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I am trying to generate a dll which I can access from java via JNA.

I just try a simple one:


void Initialize()
  std::cout<< "Hello World!";

iostream is also included and after compiling I get: CreateDll.dll

Via Visual Studio I can generate now a *.dll.

which I try loading into Java like:

public class mainRoutine {
  public static void main(String[] args) {
    NativeWrapper INSTANCE = (NativeWrapper) Native.loadLibrary("CreateDll" , NativeWrapper.class);             

  static {
    System.setProperty("jna.library.path", "C:\\workspace\\JNA");

There is also another Interface:

import com.sun.jna.Library;

public interface NativeWrapper extends Library {
  void Initialize();

So but now running the Java function I get the error,

  Error looking up function 'Initialize': 
   The specified procedure could not be found.

What am I missing?

PS: I know there are many topics, but trying for a day already I have not found the solution. Please help me.

share|improve this question
I'm guessing your DLL isn't exporting the required symbol. – Nick May 4 '12 at 15:54
Use dependency walker (dependencywalker.com) to view the exported function names. – technomage May 4 '12 at 16:18
If you're going to compile stuff anyway, JavaCPP is probably easier to use than JNA... – Samuel Audet May 4 '12 at 16:30
Are you compiling on *nix or windows? – Bitmap May 4 '12 at 16:32
Nick: Correct (see below) Technomage: Yeah probably was wrong function names. Samuel: Ill check it out Bitmap: On Windows. – Vladimir S. May 8 '12 at 9:00
up vote 0 down vote accepted

You need to both export and (if using C++) un-decorate the function name.

On windows, functions are typically made available for export with __declspec(dllexport).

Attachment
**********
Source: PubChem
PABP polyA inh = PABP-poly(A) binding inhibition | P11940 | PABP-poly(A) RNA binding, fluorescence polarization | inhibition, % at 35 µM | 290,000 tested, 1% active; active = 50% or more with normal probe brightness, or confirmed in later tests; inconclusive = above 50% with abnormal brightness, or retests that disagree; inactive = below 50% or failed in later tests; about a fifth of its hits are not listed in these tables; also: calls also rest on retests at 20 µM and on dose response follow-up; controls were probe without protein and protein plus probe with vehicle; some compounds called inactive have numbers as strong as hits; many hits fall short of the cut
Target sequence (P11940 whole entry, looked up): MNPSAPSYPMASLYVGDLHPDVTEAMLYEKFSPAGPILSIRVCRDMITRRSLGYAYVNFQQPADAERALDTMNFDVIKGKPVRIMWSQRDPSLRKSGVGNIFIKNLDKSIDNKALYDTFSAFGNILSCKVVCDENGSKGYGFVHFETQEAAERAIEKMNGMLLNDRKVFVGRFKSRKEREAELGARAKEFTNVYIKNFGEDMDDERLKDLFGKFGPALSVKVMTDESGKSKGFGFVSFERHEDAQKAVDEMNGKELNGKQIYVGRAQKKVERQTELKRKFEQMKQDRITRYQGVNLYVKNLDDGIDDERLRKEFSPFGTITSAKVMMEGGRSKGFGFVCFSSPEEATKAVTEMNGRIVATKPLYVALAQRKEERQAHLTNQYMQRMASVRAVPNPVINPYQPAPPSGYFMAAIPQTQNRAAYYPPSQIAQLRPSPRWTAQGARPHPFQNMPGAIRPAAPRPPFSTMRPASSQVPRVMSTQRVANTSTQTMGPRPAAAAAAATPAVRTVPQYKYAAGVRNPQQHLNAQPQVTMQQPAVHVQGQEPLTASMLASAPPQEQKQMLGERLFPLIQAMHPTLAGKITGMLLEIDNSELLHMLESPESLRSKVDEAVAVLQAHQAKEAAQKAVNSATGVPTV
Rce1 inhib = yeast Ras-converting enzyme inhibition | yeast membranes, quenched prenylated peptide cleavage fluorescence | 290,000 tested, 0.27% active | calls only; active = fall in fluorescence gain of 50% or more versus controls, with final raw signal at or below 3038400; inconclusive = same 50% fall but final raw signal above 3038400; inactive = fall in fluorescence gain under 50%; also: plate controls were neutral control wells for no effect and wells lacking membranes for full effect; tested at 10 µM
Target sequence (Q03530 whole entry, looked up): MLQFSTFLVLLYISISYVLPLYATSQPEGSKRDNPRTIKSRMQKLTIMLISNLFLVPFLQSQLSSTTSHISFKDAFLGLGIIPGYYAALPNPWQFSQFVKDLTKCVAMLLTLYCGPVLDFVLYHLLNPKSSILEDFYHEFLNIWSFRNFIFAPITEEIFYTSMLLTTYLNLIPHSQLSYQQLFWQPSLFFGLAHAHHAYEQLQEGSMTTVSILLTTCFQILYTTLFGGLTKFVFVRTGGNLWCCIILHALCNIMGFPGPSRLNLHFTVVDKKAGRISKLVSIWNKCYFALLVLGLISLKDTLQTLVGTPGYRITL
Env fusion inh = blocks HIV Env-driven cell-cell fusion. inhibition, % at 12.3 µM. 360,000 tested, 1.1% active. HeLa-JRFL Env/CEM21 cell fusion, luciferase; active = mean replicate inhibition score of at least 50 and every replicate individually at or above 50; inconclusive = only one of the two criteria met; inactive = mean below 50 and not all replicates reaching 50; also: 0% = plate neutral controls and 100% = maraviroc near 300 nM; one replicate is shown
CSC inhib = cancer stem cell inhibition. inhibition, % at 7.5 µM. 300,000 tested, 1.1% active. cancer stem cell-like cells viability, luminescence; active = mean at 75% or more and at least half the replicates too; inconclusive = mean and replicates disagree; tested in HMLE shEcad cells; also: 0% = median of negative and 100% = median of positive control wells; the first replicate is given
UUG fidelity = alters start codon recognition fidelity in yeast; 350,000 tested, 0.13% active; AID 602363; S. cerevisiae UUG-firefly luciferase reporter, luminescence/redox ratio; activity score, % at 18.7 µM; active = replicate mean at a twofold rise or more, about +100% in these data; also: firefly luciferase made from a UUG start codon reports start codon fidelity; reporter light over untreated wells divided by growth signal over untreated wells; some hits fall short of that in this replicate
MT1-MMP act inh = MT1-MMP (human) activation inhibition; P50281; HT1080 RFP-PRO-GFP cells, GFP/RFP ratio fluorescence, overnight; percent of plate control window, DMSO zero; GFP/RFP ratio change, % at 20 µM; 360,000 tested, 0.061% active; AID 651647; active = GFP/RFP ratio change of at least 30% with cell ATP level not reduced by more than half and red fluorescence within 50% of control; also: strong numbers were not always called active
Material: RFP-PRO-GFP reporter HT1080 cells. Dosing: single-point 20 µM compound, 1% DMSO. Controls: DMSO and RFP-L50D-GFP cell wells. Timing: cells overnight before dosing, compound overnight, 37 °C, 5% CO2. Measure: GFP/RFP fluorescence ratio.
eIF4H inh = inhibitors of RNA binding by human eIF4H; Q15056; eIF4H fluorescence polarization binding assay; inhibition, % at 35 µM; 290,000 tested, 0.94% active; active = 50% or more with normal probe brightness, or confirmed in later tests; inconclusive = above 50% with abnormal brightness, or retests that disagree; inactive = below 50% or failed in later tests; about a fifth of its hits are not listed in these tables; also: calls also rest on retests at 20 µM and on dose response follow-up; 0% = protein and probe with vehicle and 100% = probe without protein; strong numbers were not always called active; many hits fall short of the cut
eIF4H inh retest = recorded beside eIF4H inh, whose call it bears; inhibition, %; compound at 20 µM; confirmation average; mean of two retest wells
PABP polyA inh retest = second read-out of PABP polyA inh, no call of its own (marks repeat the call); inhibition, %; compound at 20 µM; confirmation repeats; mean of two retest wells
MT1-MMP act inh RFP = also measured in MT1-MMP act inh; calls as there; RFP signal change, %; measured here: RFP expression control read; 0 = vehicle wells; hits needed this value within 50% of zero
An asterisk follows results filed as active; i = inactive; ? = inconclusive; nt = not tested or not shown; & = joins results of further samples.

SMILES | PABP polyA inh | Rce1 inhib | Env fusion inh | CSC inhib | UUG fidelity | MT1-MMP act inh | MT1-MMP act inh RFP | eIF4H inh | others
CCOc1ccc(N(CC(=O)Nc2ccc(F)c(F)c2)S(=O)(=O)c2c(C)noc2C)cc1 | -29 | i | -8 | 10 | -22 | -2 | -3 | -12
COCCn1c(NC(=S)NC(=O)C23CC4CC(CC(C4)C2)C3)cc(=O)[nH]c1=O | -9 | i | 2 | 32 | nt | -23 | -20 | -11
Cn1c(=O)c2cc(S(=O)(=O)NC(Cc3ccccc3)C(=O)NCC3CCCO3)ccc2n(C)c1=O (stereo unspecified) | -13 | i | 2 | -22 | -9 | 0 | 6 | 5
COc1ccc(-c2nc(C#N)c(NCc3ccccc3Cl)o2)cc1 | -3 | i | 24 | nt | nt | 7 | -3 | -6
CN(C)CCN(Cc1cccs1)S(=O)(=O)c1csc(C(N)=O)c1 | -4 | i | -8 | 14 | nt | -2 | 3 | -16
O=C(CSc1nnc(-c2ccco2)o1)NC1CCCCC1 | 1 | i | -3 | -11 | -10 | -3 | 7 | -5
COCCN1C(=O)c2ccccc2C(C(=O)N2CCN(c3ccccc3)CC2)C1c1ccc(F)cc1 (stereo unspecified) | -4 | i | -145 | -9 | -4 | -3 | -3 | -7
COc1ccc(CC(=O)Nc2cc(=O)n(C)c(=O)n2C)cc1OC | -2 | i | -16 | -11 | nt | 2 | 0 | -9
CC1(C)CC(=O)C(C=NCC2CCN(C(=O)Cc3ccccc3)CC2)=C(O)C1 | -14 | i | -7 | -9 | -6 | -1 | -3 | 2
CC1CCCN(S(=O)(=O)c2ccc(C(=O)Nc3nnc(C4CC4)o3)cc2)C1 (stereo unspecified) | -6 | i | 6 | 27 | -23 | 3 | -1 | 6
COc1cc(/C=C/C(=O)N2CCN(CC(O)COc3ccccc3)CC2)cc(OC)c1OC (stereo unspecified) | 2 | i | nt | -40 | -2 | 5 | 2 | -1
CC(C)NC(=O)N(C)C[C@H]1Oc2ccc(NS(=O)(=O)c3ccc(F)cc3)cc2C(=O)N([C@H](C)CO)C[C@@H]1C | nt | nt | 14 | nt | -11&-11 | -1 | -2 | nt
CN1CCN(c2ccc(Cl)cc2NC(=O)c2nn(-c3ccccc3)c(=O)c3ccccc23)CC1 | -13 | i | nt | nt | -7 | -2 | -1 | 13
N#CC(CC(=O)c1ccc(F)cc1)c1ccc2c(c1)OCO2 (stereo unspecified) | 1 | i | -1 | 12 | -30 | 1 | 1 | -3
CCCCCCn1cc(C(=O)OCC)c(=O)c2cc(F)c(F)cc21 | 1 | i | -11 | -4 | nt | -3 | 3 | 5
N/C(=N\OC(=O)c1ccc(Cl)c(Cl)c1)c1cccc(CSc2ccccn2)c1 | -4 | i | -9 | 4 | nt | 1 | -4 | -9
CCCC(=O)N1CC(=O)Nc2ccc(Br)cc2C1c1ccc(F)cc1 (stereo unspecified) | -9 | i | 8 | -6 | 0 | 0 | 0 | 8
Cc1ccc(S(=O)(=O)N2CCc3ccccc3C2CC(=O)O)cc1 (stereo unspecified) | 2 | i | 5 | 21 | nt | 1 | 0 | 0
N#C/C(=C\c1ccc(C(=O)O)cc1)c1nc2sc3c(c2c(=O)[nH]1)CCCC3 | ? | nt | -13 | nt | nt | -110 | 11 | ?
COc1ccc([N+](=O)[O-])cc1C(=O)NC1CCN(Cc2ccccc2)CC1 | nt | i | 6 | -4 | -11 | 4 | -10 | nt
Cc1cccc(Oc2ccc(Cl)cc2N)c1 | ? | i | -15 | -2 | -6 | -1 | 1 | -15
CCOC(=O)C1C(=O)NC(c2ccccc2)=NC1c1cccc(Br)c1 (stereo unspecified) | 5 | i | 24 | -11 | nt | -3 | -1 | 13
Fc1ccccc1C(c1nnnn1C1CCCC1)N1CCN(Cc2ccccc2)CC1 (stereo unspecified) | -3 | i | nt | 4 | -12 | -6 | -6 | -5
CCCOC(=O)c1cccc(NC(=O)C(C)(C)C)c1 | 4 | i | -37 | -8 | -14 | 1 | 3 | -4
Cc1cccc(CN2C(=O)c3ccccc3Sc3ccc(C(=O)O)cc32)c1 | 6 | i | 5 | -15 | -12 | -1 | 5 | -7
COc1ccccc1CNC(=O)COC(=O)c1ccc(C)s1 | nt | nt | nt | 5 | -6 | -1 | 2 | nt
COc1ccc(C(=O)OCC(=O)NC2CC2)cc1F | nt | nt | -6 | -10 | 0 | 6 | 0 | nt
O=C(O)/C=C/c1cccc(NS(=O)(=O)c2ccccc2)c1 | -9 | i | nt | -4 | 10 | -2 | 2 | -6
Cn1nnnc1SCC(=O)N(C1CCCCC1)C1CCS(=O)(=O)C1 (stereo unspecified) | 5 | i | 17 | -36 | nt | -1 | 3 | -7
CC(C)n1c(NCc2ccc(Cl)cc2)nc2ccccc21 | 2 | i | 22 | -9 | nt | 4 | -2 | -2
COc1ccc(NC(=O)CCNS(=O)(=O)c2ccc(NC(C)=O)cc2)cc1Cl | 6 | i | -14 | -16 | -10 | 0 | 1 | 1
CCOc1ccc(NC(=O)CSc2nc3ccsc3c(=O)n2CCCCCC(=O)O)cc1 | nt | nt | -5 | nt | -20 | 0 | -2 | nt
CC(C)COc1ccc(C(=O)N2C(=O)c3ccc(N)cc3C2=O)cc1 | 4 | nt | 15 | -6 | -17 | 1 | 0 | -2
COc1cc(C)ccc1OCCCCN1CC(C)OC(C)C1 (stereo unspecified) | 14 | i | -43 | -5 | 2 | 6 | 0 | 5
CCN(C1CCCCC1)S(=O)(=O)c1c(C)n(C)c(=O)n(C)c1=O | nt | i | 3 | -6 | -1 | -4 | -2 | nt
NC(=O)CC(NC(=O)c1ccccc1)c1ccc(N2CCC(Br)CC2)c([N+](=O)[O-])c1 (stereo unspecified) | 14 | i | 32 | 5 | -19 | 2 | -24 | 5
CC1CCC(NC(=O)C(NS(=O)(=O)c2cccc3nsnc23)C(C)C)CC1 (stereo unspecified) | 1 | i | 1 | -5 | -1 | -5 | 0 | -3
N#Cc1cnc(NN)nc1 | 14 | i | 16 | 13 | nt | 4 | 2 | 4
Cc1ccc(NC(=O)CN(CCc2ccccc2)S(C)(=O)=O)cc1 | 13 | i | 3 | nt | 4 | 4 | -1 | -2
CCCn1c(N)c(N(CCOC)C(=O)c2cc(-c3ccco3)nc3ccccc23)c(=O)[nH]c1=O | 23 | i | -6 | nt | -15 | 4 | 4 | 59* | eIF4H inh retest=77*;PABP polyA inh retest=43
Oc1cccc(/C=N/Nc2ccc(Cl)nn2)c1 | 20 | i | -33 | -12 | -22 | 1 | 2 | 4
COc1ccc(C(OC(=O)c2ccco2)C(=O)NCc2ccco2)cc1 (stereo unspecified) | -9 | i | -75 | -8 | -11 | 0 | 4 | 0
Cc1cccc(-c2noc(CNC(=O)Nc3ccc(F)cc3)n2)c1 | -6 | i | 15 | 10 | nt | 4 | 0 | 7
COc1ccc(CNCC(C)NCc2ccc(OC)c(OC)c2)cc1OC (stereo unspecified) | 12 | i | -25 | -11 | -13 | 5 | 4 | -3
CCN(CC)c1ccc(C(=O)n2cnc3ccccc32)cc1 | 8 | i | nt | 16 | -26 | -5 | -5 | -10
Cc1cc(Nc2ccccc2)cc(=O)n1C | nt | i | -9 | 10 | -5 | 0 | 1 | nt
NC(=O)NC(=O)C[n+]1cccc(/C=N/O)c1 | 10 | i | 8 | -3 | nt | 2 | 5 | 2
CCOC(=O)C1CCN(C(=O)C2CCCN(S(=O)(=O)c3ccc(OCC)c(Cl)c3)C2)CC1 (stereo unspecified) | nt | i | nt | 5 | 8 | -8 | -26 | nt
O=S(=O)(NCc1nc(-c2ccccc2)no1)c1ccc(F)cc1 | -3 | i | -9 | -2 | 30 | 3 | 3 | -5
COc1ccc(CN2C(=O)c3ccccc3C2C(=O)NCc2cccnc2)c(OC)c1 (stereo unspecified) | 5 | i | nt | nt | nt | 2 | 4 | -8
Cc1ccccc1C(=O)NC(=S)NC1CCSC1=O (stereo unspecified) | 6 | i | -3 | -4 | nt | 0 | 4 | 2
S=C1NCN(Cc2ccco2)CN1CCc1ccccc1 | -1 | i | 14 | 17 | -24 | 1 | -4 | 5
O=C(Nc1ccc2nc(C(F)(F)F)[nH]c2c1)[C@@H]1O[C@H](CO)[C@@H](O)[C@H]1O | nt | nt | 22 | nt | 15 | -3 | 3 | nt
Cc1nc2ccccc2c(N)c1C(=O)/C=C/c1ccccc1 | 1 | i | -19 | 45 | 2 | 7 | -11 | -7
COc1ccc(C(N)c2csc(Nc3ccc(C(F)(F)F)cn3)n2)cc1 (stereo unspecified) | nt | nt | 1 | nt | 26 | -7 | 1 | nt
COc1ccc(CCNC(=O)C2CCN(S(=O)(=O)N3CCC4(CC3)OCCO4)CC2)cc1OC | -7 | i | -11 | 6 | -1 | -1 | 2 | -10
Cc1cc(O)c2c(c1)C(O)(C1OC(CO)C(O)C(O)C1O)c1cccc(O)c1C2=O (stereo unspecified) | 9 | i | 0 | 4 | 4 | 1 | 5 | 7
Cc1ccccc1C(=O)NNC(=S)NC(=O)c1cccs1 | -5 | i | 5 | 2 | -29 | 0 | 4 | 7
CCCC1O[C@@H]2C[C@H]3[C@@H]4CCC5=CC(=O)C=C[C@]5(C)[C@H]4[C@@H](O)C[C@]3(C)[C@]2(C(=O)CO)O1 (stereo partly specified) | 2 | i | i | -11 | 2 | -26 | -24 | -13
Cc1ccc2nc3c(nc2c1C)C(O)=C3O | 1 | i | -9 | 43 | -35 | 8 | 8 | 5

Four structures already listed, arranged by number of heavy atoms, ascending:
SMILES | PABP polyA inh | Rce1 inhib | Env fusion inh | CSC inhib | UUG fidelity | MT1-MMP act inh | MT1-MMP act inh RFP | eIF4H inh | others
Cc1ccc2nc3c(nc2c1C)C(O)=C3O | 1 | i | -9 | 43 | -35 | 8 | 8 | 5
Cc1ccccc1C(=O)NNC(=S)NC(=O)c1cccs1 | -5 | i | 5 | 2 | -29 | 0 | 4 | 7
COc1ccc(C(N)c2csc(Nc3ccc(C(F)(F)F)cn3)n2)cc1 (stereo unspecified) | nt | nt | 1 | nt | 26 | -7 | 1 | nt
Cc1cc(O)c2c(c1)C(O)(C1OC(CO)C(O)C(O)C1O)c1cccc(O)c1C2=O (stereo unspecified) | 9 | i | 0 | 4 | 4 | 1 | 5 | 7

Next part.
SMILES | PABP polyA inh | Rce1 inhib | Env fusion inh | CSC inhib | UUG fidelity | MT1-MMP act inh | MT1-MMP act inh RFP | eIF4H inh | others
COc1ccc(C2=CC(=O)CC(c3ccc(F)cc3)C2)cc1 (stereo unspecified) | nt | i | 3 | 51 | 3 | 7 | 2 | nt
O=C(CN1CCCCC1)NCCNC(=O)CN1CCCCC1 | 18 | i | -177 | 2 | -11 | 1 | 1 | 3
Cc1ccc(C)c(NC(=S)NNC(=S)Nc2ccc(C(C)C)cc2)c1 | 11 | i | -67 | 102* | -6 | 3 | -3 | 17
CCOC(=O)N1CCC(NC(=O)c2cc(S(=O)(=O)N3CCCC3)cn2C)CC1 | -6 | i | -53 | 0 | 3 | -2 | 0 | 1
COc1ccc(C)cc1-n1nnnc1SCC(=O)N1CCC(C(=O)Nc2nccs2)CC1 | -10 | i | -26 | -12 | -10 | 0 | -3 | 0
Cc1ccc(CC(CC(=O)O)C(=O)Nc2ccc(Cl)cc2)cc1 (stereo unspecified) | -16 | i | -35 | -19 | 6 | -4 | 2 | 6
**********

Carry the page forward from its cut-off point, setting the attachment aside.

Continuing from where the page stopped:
On any platform, to ensure a function is exported in unmanagled form, you must use extern "C".


extern "C" void __declspec(dllexport) Initialize() { ... }

There are other ways to designate exported functions, but this is probably the most common and straightforward to use. If you don't use extern "C", your function will look something like InitializeZ@ASDF@, where the additional garbage characters are used by the compiler and linker to make a given function uniquely recognizable based on its calling signature.

share|improve this answer
This solved the question. Thank you! – Vladimir S. May 8 '12 at 8:59

Are you exporting the symbol:

void _declspec(dllexport) Initialize()
  std::cout<< "Hello World!";
share|improve this answer

What if there is a class to be implemented ? where the .h file looks like this:

namespace simpleDLLNS
    class simpleDLL

       char giveVoidPtrGetChar(void* param);
       int giveIntGetInt(int a);
       void simpleCall(void);
       int giveVoidPtrGetInt(void* param);

Where should extern "C" void __declspec(dllexport) be used ? I used it when implementing the functions. but when i opened the dll, it looked like this:


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